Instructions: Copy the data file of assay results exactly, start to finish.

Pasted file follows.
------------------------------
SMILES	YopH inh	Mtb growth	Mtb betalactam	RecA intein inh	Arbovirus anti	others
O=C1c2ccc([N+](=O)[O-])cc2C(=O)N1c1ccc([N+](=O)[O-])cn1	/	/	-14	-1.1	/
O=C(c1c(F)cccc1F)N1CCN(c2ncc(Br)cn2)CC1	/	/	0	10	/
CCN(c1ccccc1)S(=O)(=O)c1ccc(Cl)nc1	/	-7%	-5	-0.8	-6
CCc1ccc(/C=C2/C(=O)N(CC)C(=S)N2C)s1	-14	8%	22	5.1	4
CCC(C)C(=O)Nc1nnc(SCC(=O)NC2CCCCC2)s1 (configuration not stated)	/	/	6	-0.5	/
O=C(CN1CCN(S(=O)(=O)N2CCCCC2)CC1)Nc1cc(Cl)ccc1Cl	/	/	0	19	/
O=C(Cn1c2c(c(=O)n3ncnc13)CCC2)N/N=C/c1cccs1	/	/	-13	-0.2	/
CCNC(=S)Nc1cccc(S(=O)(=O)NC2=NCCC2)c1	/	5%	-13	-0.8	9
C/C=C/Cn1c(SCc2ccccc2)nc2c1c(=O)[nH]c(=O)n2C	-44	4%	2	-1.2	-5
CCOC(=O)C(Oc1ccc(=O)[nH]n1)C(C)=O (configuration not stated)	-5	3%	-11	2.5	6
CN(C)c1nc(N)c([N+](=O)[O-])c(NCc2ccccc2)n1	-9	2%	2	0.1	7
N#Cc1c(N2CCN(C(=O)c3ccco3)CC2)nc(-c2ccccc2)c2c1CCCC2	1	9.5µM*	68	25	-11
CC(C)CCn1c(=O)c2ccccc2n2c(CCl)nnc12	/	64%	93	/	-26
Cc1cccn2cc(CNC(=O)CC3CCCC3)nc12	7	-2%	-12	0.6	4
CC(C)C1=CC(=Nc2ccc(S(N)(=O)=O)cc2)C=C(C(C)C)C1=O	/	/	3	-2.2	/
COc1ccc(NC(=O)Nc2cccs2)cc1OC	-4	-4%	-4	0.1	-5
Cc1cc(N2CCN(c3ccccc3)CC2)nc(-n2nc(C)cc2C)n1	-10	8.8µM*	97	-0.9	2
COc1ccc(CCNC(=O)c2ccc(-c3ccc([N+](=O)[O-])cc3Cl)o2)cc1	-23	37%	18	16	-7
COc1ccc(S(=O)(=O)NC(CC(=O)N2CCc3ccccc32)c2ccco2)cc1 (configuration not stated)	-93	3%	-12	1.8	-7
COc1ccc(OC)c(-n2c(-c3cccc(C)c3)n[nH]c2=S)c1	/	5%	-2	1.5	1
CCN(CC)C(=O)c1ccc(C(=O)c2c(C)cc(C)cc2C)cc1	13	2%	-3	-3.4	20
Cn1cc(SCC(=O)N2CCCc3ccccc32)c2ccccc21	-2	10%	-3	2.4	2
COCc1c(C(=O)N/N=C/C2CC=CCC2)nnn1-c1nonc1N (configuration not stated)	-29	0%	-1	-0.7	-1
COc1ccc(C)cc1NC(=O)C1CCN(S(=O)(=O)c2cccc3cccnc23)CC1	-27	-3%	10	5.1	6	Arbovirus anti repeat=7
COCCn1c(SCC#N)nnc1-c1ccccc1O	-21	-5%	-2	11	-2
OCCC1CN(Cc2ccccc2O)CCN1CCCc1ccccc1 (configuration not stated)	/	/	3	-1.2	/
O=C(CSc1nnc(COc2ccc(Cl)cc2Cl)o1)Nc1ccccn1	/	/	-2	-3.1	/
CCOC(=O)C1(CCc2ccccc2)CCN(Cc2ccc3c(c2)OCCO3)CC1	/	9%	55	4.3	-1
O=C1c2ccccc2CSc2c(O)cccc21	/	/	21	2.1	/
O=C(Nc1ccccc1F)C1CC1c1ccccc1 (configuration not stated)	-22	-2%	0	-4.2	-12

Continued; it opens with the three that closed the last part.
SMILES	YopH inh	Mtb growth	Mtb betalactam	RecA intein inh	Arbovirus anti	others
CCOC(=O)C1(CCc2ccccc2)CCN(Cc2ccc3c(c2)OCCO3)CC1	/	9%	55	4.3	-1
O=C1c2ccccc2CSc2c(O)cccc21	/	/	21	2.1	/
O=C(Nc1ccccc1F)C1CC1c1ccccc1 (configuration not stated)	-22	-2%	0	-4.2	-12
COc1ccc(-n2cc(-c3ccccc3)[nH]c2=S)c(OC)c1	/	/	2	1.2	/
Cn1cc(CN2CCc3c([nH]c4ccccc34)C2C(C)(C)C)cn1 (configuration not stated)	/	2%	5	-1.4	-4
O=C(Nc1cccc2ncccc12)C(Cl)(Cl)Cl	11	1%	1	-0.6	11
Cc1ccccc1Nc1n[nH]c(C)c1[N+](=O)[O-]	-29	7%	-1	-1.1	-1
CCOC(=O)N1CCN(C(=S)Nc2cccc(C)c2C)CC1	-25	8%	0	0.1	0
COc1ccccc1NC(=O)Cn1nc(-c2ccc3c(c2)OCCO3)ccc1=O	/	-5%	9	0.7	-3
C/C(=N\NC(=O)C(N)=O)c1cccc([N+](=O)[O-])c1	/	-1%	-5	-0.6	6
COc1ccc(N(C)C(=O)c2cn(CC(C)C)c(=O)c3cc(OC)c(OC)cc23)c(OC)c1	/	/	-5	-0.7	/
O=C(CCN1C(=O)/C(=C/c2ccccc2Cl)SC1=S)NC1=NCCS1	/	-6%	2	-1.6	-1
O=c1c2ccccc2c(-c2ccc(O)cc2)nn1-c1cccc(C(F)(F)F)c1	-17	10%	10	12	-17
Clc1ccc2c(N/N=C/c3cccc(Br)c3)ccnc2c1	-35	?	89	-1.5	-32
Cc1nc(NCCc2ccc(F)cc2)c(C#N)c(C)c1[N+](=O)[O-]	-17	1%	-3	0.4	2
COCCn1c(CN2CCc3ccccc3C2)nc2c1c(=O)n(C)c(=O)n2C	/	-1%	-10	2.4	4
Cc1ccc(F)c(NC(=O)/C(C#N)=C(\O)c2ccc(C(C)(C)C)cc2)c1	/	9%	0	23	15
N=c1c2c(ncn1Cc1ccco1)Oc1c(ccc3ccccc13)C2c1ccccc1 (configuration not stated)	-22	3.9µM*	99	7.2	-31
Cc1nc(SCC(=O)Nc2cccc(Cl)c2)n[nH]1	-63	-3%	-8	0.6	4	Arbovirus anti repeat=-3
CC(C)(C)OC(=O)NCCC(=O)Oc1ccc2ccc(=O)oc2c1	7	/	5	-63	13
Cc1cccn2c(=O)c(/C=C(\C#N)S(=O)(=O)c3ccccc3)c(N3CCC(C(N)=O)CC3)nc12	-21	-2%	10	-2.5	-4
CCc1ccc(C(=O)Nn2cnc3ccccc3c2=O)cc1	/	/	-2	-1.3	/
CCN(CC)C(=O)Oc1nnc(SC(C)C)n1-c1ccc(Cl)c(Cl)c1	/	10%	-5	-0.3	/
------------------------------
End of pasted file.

SMILES	YopH inh	Mtb growth	Mtb betalactam	RecA intein inh	Arbovirus anti	others
O=C1c2ccc([N+](=O)[O-])cc2C(=O)N1c1ccc([N+](=O)[O-])cn1	/	/	-14	-1.1	/
O=C(c1c(F)cccc1F)N1CCN(c2ncc(Br)cn2)CC1	/	/	0	10	/
CCN(c1ccccc1)S(=O)(=O)c1ccc(Cl)nc1	/	-7%	-5	-0.8	-6
CCc1ccc(/C=C2/C(=O)N(CC)C(=S)N2C)s1	-14	8%	22	5.1	4
CCC(C)C(=O)Nc1nnc(SCC(=O)NC2CCCCC2)s1 (configuration not stated)	/	/	6	-0.5	/
O=C(CN1CCN(S(=O)(=O)N2CCCCC2)CC1)Nc1cc(Cl)ccc1Cl	/	/	0	19	/
O=C(Cn1c2c(c(=O)n3ncnc13)CCC2)N/N=C/c1cccs1	/	/	-13	-0.2	/
CCNC(=S)Nc1cccc(S(=O)(=O)NC2=NCCC2)c1	/	5%	-13	-0.8	9
C/C=C/Cn1c(SCc2ccccc2)nc2c1c(=O)[nH]c(=O)n2C	-44	4%	2	-1.2	-5
CCOC(=O)C(Oc1ccc(=O)[nH]n1)C(C)=O (configuration not stated)	-5	3%	-11	2.5	6
CN(C)c1nc(N)c([N+](=O)[O-])c(NCc2ccccc2)n1	-9	2%	2	0.1	7
N#Cc1c(N2CCN(C(=O)c3ccco3)CC2)nc(-c2ccccc2)c2c1CCCC2	1	9.5µM*	68	25	-11
CC(C)CCn1c(=O)c2ccccc2n2c(CCl)nnc12	/	64%	93	/	-26
Cc1cccn2cc(CNC(=O)CC3CCCC3)nc12	7	-2%	-12	0.6	4
CC(C)C1=CC(=Nc2ccc(S(N)(=O)=O)cc2)C=C(C(C)C)C1=O	/	/	3	-2.2	/
COc1ccc(NC(=O)Nc2cccs2)cc1OC	-4	-4%	-4	0.1	-5
Cc1cc(N2CCN(c3ccccc3)CC2)nc(-n2nc(C)cc2C)n1	-10	8.8µM*	97	-0.9	2
COc1ccc(CCNC(=O)c2ccc(-c3ccc([N+](=O)[O-])cc3Cl)o2)cc1	-23	37%	18	16	-7
COc1ccc(S(=O)(=O)NC(CC(=O)N2CCc3ccccc32)c2ccco2)cc1 (configuration not stated)	-93	3%	-12	1.8	-7
COc1ccc(OC)c(-n2c(-c3cccc(C)c3)n[nH]c2=S)c1	/	5%	-2	1.5	1
CCN(CC)C(=O)c1ccc(C(=O)c2c(C)cc(C)cc2C)cc1	13	2%	-3	-3.4	20
Cn1cc(SCC(=O)N2CCCc3ccccc32)c2ccccc21	-2	10%	-3	2.4	2
COCc1c(C(=O)N/N=C/C2CC=CCC2)nnn1-c1nonc1N (configuration not stated)	-29	0%	-1	-0.7	-1
COc1ccc(C)cc1NC(=O)C1CCN(S(=O)(=O)c2cccc3cccnc23)CC1	-27	-3%	10	5.1	6	Arbovirus anti repeat=7
COCCn1c(SCC#N)nnc1-c1ccccc1O	-21	-5%	-2	11	-2
OCCC1CN(Cc2ccccc2O)CCN1CCCc1ccccc1 (configuration not stated)	/	/	3	-1.2	/
O=C(CSc1nnc(COc2ccc(Cl)cc2Cl)o1)Nc1ccccn1	/	/	-2	-3.1	/
CCOC(=O)C1(CCc2ccccc2)CCN(Cc2ccc3c(c2)OCCO3)CC1	/	9%	55	4.3	-1
O=C1c2ccccc2CSc2c(O)cccc21	/	/	21	2.1	/
O=C(Nc1ccccc1F)C1CC1c1ccccc1 (configuration not stated)	-22	-2%	0	-4.2	-12

Continued; it opens with the three that closed the last part.
SMILES	YopH inh	Mtb growth	Mtb betalactam	RecA intein inh	Arbovirus anti	others
CCOC(=O)C1(CCc2ccccc2)CCN(Cc2ccc3c(c2)OCCO3)CC1	/	9%	55	4.3	-1
O=C1c2ccccc2CSc2c(O)cccc21	/	/	21	2.1	/
O=C(Nc1ccccc1F)C1CC1c1ccccc1 (configuration not stated)	-22	-2%	0	-4.2	-12
COc1ccc(-n2cc(-c3ccccc3)[nH]c2=S)c(OC)c1	/	/	2	1.2	/
Cn1cc(CN2CCc3c([nH]c4ccccc34)C2C(C)(C)C)cn1 (configuration not stated)	/	2%	5	-1.4	-4
O=C(Nc1cccc2ncccc12)C(Cl)(Cl)Cl	11	1%	1	-0.6	11
Cc1ccccc1Nc1n[nH]c(C)c1[N+](=O)[O-]	-29	7%	-1	-1.1	-1
CCOC(=O)N1CCN(C(=S)Nc2cccc(C)c2C)CC1	-25	8%	0	0.1	0
COc1ccccc1NC(=O)Cn1nc(-c2ccc3c(c2)OCCO3)ccc1=O	/	-5%	9	0.7	-3
C/C(=N\NC(=O)C(N)=O)c1cccc([N+](=O)[O-])c1	/	-1%	-5	-0.6	6
COc1ccc(N(C)C(=O)c2cn(CC(C)C)c(=O)c3cc(OC)c(OC)cc23)c(OC)c1	/	/	-5	-0.7	/
O=C(CCN1C(=O)/C(=C/c2ccccc2Cl)SC1=S)NC1=NCCS1	/	-6%	2	-1.6	-1
O=c1c2ccccc2c(-c2ccc(O)cc2)nn1-c1cccc(C(F)(F)F)c1	-17	10%	10	12	-17
Clc1ccc2c(N/N=C/c3cccc(Br)c3)ccnc2c1	-35	?	89	-1.5	-32
Cc1nc(NCCc2ccc(F)cc2)c(C#N)c(C)c1[N+](=O)[O-]	-17	1%	-3	0.4	2
COCCn1c(CN2CCc3ccccc3C2)nc2c1c(=O)n(C)c(=O)n2C	/	-1%	-10	2.4	4
Cc1ccc(F)c(NC(=O)/C(C#N)=C(\O)c2ccc(C(C)(C)C)cc2)c1	/	9%	0	23	15
N=c1c2c(ncn1Cc1ccco1)Oc1c(ccc3ccccc13)C2c1ccccc1 (configuration not stated)	-22	3.9µM*	99	7.2	-31
Cc1nc(SCC(=O)Nc2cccc(Cl)c2)n[nH]1	-63	-3%	-8	0.6	4	Arbovirus anti repeat=-3
CC(C)(C)OC(=O)NCCC(=O)Oc1ccc2ccc(=O)oc2c1	7	/	5	-63	13
Cc1cccn2c(=O)c(/C=C(\C#N)S(=O)(=O)c3ccccc3)c(N3CCC(C(N)=O)CC3)nc12	-21	-2%	10	-2.5	-4
CCc1ccc(C(=O)Nn2cnc3ccccc3c2=O)cc1	/	/	-2	-1.3	/
CCN(CC)C(=O)Oc1nnc(SC(C)C)n1-c1ccc(Cl)c(Cl)c1	/	10%	-5	-0.3	/